Less than a week after Donald Trump encouraged a mob of supporters to storm the US Capitol, some Coalition politicians here in Australia are concerned that Twitter’s decision to ban him is an example of big tech overreach.
Social media platforms started suspending the president following last Wednesday’s chaos, with Twitter on Friday announcing it was permanently suspending Trump “due to the risk of further incitement of violence”.
But among Scott Morrison’s Trump-curious party room, there appears to have been far more hand-wringing over what Twitter did than what the president’s supporters did.
A broad church?
Hours after Twitter removed Trump, Liberal backbencher Dave Sharma wrote in a tweet that he was “deeply uncomfortable” with big tech companies “making decisions about whose speech, and which remarks, are censored and suppressed”.
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“Such decisions should be taken by a publicly accountable body, on basis of transparent reasoning & principles,” Sharma wrote.
Sharma, the member for Malcolm Turnbull’s old seat of Wentworth, bills himself as a relatively progressive “modern Liberal”. But his concerns about social media companies brought him together with the party’s hard-right fringe.
Over the weekend, Coalition MP George Christensen called for Communications Minister Paul Fletcher to introduce laws stopping social media platforms “censoring lawful speech” following Trump’s ban. He has a website and is running a “campaign” to influence his own party.
An outspoken supporter of Trump who has consistently promoted disinformation about the US election, Christensen recently shared articles falsely attributing Wednesday’s riots to left-wing agitators.
But sympathy for Trump and anger at tech companies wasn’t the only response from Coalition MPs.
Nationals MP Barnaby Joyce told Crikey while Twitter was right in banning President Trump, nobody should mistake the platform for a “benevolent force”.
“[I think] it’s the right call, it shouldn’t just stop with Trump,” Joyce said.
“The result of Trump’s statements was an incident where five people were killed. You can’t say that’s OK. That’s garbage.”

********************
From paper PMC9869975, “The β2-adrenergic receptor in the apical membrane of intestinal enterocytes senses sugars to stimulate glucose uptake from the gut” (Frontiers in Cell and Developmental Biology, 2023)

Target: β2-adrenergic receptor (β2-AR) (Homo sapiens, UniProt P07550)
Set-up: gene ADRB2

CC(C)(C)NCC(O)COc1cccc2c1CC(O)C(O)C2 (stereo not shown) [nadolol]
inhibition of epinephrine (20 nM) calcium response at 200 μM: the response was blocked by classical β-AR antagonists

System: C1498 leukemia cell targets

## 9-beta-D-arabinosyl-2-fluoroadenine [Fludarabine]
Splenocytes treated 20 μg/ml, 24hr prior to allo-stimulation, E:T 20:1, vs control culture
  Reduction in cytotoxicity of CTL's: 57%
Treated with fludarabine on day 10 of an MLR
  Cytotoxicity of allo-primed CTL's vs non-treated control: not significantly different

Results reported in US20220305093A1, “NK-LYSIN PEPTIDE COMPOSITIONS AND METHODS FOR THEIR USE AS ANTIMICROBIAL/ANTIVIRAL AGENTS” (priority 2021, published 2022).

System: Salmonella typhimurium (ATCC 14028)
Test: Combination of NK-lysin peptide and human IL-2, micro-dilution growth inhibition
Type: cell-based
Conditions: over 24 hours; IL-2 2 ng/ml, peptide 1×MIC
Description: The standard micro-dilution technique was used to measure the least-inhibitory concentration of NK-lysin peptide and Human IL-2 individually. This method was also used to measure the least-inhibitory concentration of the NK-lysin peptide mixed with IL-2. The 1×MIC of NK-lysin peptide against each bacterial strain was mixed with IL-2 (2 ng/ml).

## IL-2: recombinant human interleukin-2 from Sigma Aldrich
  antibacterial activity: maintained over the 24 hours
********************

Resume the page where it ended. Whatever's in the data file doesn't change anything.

The former deputy prime minister did not buy in to calls from his colleagues to compel tech platforms to stop removing material.
“I think they’ve confounded their philosophical beliefs,” Joyce said.
Queensland LNP Senator Gerard Rennick told Crikey while he thought tech platforms should be able to remove content in some instances, Trump’s actions did not warrant a suspension.
“Given that he came back on and there was a pretty conciliatory couple of tweets, I didn’t think that in itself warranted it. It was definitely unfair what they did with Trump,” Rennick said.
But Rennick also said Twitter had failed by not taking down Chinese official Zhao Lijian’s tweet attacking Australian soldiers in Afghanistan.
“We should’ve laid the boot into Twitter over that.”
Left hits back
The Coalition’s Trump problem could shape up to be a rare political gift for Labor. They’ve gone hard on Christensen and Craig Kelly’s support for conspiracy theories, which Prime Minister Scott Morrison has refused to take action on.
Speaking on 2SM radio this morning, Opposition Leader Anthony Albanese hit out at the Coalition’s conspiracy corner: “I can’t understand how someone like Craig Kelly can be allowed to promote these theories, along with George Christensen and others, and remain a part of mainstream society.”
Albanese agreed that the decision by tech platforms to ban Trump was the correct one. Meanwhile, Labor’s acting communications spokesperson Tim Watts said social media companies had “self-regulatory policies that align pretty well with norms in democratic societies”.
“Social media platforms have a responsibility to stop people from using their platforms to incite violence, engage in hate speech or spread dangerous medical misinformation during a pandemic,” Watts said.
Regulator wades in
Regardless of whether it was the right call, the decision to essentially deplatform the president speaks to the incredible power social media companies have in shaping the discourse. And the calls for greater scrutiny of that power haven’t just come from the embittered George Christensens of the world.
Australian Competition and Consumer Commission (ACCC) chairman Rod Sims told the Nine papers he favoured rules which could bring greater clarity to when social media companies could close accounts.
And while the Trump ban has emboldened progressives in the United States, many on the left have long been concerned about the destructive power of these platforms.
Greens communications spokesperson Sarah Hanson-Young told Crikey while the decision to ban Trump was the right one, there still needed to be a conversation about regulating tech platforms.
“What the events of the past week have shown is proper regulation of social media is needed so these decisions are made transparently and with regulated appeals processes,” Hanson-Young said.
“The time for tech giants to operate unregulated needs to end.”